This and the next couple of rules are going to be about avoiding anachronism. That seems obvious enough, but anachronism is surprisingly hard to avoid in the history of philosophy, so I thought I would break the issue down into several aspects. This first one is, I think, often overlooked. Instead of assuming that the historical figures we study are motivated by the same philosophical worries that worry us, we need to understand why they care about each issue they raise. Often it will be because of something in the historical context (again, see rule 4), a view held by a predecessor, or something else in their own philosophical system. Seeing what led them to a particular argument or discussion will help us understand that argument or discussion.
My favorite example here is the medieval debates over the eternity of the world. We might even be tempted to dismiss the whole debate as uninteresting, since modern physics has rendered the debate obsolete. But if we dig into the motivation for the debate (as I tried to do in, for instance, episodes 144, 161, and 252) we see that the eternity debate was not only about eternity. It was about God's relationship to the world, and more abstractly, about how to understand the concepts of necessity and causation.
Rule 8: Read the whole text
I shouldn't even have to say this! But I do, because in fact it's very common to take individual passages or arguments or claims out of their textual context. Perhaps the best example of all is something I mention in podcast episode 205, on Anselm's ontological argument: the argument fits onto a page or two and is nearly always read by itself without going through the rest of the work in which it appears (his Proslogion). In fact that argument is only the first step in a lengthy attempt to grasp God, and it's impossible to understand correctly what Anselm is up to unless you read the whole book. That's an extreme example, but it's not atypical, I think.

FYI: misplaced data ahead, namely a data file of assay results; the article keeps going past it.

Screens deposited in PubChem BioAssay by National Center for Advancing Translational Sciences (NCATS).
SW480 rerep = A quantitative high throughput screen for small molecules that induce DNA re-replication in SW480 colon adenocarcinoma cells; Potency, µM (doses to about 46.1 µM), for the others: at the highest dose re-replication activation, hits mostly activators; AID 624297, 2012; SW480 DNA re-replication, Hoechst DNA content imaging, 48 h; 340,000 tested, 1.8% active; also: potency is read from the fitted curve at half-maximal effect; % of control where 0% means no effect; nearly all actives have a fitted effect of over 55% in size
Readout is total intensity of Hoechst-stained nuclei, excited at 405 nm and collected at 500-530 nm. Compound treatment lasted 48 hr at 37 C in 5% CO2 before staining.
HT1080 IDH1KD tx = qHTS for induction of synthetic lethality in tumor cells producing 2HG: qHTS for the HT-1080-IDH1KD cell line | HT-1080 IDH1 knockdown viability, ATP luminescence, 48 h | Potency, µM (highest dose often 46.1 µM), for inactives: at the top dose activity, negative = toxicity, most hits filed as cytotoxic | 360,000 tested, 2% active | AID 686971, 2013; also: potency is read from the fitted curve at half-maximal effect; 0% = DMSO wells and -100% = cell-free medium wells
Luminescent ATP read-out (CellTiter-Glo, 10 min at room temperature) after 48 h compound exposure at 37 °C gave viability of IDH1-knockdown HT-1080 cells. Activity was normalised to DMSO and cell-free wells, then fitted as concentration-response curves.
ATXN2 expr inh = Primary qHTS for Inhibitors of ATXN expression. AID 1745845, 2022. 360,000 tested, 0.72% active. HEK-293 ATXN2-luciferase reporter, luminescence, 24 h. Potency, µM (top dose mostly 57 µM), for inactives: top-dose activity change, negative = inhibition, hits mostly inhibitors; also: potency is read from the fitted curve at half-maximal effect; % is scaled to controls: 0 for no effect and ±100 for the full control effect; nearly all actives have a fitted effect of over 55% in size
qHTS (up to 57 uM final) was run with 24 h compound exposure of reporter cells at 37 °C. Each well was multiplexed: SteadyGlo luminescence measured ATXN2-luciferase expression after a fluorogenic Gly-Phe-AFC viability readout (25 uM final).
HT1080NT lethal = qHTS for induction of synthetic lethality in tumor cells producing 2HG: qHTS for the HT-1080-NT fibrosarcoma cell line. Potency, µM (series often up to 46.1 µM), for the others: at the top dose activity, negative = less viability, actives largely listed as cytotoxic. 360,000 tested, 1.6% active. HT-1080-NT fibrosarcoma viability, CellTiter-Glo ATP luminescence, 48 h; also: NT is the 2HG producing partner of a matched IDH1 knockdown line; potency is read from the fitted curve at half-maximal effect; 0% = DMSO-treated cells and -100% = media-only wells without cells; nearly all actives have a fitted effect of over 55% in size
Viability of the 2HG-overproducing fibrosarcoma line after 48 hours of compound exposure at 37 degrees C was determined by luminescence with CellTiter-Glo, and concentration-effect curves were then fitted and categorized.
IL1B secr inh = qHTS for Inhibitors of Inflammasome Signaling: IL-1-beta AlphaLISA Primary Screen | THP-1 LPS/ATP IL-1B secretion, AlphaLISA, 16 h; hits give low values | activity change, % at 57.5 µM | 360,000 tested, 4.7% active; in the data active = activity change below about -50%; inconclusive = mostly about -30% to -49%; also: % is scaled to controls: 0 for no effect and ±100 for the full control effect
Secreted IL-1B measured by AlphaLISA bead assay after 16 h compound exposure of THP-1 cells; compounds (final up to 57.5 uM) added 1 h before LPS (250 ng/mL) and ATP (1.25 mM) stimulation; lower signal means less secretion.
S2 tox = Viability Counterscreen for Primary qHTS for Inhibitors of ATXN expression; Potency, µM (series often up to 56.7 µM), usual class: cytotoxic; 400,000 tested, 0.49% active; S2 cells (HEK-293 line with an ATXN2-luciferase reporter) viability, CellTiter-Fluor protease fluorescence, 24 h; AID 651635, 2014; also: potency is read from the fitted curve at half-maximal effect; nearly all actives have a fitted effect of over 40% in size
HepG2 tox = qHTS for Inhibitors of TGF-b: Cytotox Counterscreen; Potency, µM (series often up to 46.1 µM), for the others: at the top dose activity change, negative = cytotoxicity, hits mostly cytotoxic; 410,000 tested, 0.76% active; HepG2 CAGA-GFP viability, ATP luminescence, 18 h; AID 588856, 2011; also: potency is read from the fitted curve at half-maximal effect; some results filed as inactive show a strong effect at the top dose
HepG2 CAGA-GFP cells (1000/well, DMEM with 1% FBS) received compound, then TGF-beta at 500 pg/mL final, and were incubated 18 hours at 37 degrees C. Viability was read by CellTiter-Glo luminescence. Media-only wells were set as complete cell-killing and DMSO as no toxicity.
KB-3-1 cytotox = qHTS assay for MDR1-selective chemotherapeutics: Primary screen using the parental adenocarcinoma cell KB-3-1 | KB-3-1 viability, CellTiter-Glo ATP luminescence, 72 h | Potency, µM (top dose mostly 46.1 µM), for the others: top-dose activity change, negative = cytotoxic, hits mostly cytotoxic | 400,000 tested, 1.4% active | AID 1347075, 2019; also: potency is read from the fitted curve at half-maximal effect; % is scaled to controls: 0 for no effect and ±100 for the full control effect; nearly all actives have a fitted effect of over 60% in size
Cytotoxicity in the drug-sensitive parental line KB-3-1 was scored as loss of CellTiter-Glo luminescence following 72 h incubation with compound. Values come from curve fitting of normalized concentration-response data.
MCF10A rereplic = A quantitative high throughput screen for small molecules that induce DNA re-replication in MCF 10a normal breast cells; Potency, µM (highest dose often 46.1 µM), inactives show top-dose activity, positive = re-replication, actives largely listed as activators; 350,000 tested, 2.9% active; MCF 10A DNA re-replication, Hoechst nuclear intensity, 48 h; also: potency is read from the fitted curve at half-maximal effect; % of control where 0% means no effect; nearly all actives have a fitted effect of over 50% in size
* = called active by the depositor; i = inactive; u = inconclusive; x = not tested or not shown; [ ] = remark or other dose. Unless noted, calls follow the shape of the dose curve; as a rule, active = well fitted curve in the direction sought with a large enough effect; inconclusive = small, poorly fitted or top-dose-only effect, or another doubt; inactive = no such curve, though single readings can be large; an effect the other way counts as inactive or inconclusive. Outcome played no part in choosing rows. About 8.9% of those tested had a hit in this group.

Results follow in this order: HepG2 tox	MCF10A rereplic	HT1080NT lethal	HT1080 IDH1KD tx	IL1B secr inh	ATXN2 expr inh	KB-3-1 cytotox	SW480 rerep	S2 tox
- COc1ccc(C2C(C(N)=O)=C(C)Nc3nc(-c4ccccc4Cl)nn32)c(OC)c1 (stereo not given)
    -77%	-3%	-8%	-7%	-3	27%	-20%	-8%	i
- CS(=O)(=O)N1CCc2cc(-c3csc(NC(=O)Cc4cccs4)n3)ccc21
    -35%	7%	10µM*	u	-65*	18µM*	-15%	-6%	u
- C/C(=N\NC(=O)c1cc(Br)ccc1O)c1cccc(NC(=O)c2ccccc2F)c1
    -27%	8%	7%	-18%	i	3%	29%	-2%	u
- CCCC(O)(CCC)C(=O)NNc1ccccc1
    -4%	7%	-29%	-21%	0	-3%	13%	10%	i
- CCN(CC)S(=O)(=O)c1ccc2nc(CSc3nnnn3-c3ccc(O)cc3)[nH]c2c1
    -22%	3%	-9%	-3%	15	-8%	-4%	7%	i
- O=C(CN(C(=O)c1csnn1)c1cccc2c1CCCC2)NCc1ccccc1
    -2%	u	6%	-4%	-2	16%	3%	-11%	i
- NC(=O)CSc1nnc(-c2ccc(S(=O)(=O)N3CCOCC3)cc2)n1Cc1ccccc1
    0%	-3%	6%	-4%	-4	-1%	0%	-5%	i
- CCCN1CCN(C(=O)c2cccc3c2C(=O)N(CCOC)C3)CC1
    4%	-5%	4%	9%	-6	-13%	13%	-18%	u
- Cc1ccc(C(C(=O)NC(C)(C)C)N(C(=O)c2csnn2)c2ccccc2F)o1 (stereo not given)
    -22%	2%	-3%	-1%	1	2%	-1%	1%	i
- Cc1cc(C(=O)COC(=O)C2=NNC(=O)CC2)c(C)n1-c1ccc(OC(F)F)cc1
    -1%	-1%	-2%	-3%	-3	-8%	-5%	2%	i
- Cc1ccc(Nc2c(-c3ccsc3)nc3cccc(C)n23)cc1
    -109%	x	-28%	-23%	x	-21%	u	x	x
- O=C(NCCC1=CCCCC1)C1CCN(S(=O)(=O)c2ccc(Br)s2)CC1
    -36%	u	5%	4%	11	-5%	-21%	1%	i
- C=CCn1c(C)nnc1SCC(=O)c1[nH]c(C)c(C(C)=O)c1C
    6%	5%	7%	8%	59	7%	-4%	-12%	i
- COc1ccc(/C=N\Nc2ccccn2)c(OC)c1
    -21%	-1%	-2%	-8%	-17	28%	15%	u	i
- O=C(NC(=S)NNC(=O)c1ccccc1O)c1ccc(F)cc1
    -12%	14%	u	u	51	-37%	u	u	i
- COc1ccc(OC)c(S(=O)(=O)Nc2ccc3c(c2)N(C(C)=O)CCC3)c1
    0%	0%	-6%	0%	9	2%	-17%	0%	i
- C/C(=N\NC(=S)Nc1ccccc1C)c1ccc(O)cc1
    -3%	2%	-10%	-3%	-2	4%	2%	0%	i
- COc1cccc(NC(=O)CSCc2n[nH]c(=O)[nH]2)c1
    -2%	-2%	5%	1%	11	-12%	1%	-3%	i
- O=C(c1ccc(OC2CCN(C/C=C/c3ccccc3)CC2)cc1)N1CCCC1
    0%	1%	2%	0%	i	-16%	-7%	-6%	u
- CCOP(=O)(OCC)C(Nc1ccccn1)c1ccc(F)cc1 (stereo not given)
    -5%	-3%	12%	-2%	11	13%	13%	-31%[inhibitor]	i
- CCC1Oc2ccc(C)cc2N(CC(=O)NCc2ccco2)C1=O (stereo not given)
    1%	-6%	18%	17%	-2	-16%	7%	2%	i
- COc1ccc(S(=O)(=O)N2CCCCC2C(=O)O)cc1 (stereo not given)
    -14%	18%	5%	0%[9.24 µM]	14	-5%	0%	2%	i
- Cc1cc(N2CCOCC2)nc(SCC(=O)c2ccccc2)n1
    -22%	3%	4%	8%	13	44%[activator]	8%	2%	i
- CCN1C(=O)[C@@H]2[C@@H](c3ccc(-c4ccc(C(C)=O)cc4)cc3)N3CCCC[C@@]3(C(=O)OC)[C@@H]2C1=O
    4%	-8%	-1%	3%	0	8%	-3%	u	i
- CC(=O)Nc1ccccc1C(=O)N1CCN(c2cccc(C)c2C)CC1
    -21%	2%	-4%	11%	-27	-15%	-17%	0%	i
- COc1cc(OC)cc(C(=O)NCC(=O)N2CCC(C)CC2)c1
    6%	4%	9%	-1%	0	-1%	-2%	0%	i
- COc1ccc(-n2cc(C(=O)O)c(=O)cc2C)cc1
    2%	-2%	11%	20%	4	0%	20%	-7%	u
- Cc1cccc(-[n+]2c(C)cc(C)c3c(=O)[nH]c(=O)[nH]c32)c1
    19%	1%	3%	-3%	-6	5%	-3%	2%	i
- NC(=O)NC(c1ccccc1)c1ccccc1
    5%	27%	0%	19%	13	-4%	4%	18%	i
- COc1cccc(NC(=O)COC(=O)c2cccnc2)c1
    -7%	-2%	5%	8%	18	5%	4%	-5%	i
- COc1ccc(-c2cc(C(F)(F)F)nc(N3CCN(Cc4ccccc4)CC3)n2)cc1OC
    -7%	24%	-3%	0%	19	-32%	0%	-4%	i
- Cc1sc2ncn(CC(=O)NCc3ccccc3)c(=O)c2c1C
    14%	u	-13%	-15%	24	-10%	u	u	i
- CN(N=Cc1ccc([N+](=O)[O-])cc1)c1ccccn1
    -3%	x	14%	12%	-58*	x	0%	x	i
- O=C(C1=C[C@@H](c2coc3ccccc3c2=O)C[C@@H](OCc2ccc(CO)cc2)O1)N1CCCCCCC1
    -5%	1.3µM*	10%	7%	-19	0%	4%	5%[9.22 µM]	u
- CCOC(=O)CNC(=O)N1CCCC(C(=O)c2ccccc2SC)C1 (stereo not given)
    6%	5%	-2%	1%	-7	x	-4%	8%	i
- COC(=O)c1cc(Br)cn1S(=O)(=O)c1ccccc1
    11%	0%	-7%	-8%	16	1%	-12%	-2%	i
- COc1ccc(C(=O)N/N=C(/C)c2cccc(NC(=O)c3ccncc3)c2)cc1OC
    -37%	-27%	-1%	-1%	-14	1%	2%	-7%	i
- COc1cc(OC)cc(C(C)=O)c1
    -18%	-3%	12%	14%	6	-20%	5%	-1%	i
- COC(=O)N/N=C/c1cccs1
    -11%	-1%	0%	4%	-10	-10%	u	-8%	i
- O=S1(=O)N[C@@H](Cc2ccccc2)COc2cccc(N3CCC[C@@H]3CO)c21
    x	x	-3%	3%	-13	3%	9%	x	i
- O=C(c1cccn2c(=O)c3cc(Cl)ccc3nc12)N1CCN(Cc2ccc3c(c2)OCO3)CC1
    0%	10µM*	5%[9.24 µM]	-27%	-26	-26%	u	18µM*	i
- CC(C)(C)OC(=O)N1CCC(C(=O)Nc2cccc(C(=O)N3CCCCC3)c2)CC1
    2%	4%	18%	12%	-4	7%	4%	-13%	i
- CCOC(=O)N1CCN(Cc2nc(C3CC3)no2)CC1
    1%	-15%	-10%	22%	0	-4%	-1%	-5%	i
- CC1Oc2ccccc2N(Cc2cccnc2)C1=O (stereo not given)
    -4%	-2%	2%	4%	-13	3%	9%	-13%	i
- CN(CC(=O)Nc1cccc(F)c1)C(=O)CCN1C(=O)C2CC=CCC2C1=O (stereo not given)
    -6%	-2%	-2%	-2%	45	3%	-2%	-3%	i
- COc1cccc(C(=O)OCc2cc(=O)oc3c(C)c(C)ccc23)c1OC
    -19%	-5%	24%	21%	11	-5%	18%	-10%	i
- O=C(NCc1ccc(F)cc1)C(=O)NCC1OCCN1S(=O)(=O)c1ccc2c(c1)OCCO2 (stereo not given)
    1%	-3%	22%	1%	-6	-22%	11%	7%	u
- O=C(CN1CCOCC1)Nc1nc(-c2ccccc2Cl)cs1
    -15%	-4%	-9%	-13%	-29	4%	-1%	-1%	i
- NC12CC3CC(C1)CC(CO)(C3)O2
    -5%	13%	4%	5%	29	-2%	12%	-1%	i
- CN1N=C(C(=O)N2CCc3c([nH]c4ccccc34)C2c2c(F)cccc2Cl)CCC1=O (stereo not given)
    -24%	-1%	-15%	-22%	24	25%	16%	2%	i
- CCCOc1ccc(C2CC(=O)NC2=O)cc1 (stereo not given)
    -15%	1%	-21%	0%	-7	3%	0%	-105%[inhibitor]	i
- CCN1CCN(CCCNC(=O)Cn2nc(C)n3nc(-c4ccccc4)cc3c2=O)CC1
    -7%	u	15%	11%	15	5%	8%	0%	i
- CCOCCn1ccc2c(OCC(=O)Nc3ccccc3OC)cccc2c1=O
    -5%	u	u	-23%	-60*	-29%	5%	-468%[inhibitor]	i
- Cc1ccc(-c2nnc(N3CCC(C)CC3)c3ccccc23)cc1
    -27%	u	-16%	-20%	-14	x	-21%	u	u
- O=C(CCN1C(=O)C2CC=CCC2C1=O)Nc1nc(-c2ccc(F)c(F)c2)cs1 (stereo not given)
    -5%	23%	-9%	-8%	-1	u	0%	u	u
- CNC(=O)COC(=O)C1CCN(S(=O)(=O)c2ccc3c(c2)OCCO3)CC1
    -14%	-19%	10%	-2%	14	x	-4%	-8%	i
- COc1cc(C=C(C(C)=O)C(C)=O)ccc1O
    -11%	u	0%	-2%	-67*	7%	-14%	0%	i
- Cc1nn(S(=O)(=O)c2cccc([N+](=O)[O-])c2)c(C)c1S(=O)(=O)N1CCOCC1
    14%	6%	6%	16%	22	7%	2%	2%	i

Of course, there may be more or less free-standing bits of text that don't need to be read along with the rest of the work in which they appear - some philosophers write aphoristically, for instance. But even in that sort of case, we shouldn't just assume that (say) a collection of aphorisms and short texts by Nietzsche has been put together with no thought regarding structure or thematic arc. At the other end of the spectrum, it amazes me that people often read bits of Platonic dialogues as if they could be understood in isolation - even though it's patently obvious that Plato put immense effort into the unity and structure of each dialogue. (In fact he even talks about the organic unity of a good speech in the Phaedrus.)